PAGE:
2016-90, general practitioner, cancer, unbearable suffering without prospect of improvement
KEY POINT: straightforward notification
Nature of the patient’s suffering, informing the patient, and alternatives
The patient, a man in his sixties, had been suffering since 2010 from a colon carcinoma which had metastasised to the liver (a malignant tumour in the large intestine, which had spread). From 2013 his condition deteriorated further, as a result of new liver metastases and new, abdominal and pulmonary metastases (in the abdomen and lungs). His condition was incurable. He could only be treated palliatively (care aimed at improving the patient’s quality of life).
The patient’s suffering consisted of constant nausea, frequent vomiting, fatigue, listlessness and loss of energy and strength. There was very little he was capable of doing and nothing gave him pleasure any more. He was suffering from the prospect of further deterioration and the loss of dignity.
The patient experienced his suffering as unbearable. The physician was satisfied that this suffering was unbearable to him and with no prospect of improvement according to prevailing medical opinion. There were no alternative ways to alleviate his suffering that were acceptable to the patient.
The documents made it clear that the physician and the specialists had given him sufficient information about his situation and prognosis.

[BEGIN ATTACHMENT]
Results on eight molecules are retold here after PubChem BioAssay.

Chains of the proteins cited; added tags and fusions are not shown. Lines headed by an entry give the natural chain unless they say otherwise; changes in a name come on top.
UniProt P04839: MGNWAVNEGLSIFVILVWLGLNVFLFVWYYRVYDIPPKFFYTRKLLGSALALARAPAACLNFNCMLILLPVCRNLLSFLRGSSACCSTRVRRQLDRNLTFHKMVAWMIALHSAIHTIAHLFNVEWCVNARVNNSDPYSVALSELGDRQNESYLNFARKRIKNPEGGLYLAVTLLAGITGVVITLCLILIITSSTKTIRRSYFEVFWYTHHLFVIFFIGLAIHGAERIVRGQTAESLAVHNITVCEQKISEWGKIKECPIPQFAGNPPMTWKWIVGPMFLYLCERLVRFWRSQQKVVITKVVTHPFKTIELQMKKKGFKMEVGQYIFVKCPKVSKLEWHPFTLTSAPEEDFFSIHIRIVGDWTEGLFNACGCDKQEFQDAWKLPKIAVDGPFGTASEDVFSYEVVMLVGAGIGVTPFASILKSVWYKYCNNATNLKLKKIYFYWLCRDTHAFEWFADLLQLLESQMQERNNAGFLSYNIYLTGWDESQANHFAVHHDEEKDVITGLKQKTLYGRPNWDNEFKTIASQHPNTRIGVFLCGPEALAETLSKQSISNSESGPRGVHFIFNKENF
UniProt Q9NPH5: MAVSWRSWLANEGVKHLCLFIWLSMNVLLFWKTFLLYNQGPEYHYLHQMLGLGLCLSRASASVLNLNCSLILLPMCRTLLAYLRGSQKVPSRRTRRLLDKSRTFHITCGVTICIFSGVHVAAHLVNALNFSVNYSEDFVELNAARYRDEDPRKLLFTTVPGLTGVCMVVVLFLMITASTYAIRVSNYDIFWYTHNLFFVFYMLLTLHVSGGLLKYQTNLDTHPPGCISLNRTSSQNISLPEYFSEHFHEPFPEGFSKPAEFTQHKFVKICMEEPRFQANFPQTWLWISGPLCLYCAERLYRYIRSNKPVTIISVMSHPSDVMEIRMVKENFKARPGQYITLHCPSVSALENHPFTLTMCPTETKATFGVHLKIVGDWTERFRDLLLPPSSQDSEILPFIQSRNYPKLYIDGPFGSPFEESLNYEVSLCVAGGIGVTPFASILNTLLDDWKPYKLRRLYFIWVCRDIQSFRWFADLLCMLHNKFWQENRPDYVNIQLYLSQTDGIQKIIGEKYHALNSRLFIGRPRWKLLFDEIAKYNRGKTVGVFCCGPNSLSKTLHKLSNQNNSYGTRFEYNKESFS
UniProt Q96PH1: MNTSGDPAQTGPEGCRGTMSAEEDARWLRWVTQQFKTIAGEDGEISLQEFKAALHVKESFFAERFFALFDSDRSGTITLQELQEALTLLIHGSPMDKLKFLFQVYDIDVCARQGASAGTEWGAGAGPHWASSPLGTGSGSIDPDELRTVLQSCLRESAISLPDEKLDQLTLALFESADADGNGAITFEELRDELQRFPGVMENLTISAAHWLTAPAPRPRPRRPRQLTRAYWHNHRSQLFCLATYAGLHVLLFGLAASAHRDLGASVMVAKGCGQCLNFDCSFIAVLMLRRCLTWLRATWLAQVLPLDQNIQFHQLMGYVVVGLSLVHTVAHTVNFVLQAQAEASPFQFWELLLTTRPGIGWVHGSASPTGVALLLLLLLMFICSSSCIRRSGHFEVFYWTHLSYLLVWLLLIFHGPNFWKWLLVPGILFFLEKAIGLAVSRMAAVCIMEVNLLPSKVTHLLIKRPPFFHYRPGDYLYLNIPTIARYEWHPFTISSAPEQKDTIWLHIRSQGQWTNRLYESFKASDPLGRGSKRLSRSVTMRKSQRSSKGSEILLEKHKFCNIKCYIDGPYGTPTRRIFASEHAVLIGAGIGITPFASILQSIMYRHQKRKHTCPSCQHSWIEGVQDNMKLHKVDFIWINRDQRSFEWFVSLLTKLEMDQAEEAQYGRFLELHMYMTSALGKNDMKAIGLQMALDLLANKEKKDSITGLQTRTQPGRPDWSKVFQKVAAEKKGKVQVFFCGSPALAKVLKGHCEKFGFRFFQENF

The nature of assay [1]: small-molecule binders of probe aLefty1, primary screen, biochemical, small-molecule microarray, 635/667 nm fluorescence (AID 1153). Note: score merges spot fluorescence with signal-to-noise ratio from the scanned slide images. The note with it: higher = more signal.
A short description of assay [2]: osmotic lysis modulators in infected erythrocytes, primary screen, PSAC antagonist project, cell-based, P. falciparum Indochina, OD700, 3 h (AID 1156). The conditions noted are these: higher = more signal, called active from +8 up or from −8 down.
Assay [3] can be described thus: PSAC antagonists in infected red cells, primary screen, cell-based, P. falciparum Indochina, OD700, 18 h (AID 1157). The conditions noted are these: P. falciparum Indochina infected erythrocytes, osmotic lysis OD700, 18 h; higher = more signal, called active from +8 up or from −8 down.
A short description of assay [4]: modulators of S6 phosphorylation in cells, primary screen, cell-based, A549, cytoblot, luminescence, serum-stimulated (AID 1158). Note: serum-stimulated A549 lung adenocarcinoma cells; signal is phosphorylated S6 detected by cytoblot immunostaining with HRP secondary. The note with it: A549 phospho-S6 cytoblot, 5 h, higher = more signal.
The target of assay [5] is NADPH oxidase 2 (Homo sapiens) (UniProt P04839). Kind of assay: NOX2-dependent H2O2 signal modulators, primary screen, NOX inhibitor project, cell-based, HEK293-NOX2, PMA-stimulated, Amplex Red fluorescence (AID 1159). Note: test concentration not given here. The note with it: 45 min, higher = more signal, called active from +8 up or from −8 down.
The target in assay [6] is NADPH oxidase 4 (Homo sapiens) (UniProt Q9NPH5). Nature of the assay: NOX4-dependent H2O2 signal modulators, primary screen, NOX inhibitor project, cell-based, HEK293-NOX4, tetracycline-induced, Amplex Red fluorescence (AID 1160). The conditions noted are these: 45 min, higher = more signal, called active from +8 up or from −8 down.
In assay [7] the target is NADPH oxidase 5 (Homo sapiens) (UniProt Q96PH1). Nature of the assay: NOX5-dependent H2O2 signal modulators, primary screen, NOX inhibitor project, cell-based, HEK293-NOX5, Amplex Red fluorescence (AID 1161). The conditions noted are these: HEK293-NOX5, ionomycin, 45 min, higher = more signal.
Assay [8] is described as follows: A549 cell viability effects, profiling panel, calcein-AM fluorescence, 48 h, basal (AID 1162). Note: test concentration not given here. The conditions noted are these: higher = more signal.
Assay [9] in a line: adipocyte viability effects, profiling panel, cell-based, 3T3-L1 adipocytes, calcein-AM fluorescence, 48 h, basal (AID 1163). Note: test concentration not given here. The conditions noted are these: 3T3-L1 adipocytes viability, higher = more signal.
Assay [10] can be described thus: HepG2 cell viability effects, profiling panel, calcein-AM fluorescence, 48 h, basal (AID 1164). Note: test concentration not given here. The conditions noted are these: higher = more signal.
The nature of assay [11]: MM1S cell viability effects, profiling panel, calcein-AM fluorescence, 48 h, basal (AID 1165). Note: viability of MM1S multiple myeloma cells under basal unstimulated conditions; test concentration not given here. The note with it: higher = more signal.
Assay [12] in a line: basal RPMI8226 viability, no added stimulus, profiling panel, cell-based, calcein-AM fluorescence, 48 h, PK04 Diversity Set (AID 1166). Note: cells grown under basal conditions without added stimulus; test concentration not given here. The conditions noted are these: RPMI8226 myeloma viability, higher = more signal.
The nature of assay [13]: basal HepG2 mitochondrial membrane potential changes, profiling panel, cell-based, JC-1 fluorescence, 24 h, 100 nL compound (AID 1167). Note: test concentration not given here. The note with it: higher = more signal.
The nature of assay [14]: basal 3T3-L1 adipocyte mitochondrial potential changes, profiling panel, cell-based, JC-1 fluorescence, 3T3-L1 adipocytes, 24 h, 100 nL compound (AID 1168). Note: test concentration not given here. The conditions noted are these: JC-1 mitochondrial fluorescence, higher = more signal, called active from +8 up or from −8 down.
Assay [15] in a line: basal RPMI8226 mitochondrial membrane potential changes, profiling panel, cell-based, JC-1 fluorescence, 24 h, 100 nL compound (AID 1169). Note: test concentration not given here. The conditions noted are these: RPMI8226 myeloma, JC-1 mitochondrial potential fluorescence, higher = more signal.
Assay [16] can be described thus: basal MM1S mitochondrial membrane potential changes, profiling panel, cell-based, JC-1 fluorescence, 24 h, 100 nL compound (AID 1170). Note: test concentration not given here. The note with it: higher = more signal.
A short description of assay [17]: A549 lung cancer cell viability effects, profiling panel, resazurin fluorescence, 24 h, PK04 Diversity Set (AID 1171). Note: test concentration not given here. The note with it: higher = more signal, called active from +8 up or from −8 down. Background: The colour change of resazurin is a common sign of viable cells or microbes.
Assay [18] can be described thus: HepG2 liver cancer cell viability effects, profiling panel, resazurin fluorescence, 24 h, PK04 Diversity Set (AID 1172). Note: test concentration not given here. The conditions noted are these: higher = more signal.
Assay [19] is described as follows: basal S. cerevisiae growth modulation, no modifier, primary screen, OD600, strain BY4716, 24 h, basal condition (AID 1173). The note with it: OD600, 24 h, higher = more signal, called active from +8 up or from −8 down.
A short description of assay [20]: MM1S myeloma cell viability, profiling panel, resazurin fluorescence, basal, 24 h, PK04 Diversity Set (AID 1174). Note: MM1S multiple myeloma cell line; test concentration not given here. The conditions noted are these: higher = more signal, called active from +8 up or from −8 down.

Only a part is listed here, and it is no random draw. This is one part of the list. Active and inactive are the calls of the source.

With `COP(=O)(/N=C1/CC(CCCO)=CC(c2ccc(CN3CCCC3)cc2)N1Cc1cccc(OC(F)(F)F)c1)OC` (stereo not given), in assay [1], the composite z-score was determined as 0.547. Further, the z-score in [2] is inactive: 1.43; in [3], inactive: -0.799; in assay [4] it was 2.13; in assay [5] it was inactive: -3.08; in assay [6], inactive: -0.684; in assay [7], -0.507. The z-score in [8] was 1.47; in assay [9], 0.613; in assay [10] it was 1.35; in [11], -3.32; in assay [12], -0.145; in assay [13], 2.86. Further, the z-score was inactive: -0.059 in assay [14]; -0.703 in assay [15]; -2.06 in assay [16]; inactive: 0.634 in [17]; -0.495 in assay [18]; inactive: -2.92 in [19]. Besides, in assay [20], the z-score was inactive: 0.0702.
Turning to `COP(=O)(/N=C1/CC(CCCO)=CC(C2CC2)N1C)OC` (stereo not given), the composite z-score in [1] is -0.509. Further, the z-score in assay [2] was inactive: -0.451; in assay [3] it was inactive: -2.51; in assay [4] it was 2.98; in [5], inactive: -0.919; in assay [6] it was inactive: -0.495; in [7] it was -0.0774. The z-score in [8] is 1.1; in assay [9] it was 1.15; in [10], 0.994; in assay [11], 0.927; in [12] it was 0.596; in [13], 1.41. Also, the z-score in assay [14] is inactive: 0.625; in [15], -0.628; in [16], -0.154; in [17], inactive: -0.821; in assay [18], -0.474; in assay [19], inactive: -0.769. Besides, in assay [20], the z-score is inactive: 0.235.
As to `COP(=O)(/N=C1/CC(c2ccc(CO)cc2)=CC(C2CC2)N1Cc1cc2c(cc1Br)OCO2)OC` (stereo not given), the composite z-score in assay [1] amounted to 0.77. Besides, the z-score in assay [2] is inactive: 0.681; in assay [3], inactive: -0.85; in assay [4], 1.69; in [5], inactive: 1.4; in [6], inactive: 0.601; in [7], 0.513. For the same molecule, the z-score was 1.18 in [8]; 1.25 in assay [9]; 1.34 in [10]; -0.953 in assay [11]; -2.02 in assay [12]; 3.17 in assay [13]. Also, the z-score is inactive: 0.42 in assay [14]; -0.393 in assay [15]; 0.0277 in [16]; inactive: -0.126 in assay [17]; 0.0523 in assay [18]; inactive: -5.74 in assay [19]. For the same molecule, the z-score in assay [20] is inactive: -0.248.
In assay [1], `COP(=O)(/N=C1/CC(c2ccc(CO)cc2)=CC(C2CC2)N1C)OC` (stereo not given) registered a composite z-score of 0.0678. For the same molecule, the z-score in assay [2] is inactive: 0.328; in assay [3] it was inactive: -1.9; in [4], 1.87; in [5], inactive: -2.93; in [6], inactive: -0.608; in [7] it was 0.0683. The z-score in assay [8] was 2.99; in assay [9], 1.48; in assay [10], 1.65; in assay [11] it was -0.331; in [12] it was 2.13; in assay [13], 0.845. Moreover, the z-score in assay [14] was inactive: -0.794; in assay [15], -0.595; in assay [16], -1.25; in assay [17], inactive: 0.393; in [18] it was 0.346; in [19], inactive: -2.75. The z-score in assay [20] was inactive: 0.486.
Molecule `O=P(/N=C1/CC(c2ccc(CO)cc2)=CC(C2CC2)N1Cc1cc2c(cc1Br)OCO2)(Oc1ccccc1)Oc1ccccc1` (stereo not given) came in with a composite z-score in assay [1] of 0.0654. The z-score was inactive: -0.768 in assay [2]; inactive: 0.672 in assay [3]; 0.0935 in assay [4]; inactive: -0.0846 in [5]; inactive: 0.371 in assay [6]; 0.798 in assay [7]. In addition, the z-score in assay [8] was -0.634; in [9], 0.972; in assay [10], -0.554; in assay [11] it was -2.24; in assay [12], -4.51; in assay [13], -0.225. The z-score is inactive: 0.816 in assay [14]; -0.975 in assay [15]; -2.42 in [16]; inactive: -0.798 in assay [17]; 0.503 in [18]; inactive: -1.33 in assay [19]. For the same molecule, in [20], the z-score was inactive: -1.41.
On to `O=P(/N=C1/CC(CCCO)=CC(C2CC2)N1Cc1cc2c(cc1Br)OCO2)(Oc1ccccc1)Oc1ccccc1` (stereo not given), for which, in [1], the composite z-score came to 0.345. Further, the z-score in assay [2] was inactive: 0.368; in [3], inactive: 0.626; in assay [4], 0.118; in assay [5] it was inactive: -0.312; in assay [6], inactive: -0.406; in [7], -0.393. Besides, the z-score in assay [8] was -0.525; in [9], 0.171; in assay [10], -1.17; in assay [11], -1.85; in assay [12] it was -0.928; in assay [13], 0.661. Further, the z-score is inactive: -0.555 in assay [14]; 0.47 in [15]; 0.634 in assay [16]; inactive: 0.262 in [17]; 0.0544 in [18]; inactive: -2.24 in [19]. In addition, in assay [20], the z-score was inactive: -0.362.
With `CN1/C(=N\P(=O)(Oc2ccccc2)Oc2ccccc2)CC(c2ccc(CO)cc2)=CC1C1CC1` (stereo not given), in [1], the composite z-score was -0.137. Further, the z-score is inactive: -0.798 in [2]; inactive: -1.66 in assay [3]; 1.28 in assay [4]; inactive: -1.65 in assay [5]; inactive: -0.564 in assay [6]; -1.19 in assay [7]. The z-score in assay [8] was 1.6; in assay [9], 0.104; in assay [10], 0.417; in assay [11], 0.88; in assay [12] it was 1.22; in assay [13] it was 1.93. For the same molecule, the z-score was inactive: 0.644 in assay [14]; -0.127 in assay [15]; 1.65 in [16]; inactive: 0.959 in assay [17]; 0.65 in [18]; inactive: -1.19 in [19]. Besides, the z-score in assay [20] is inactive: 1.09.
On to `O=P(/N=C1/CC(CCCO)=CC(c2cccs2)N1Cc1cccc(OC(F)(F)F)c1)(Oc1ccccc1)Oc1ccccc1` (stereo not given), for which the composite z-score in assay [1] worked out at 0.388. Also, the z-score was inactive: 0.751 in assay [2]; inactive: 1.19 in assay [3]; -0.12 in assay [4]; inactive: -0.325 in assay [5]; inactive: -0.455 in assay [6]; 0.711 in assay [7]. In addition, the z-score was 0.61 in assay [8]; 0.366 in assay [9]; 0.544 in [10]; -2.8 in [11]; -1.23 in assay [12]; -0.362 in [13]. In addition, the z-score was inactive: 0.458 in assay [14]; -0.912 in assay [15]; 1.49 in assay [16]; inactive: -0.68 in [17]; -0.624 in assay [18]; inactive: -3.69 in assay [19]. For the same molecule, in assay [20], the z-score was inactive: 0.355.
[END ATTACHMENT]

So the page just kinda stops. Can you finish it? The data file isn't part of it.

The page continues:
Request for euthanasia
The patient had discussed euthanasia with the physician before. About two weeks before his death, the patient asked the physician to actually perform the procedure to terminate his life. The physician concluded that the request was voluntary and well-considered.
Consulting an independent physician
The physician consulted an independent physician who was also a SCEN physician. The independent physician saw the patient more than a week before euthanasia was performed, after he had been told about the patient’s situation by the physician and had examined his medical records. In his report the independent physician gave a summary of the patient’s medical history and the nature of his suffering. The independent physician concluded, partly on the basis of his interview with the patient, that the due care criteria had been complied with.
The physician performed the termination of life on request using the method, substances and dosage recommended in the KNMG/KNMP’s Guideline ‘Performing euthanasia and assisted suicide procedures’ of August 2012.
The committee examines retrospectively whether the physician has acted in accordance with the due care criteria laid down in section 2 (1) of the Act. In view of the above facts and circumstances, the committee found that the physician could be satisfied that the patient’s request was voluntary and well-considered, and that his suffering was unbearable, with no prospect of improvement. The physician informed the patient sufficiently about his situation and his prognosis. Together, the physician and the patient could be satisfied that there was no reasonable alternative in the patient’s situation. The physician consulted at least one other, independent physician, who saw the patient and gave a written opinion on whether the due care criteria had been complied with. The physician performed the euthanasia with due medical care.
The physician acted in accordance with the due care criteria laid down in section 2 (1) of the Act.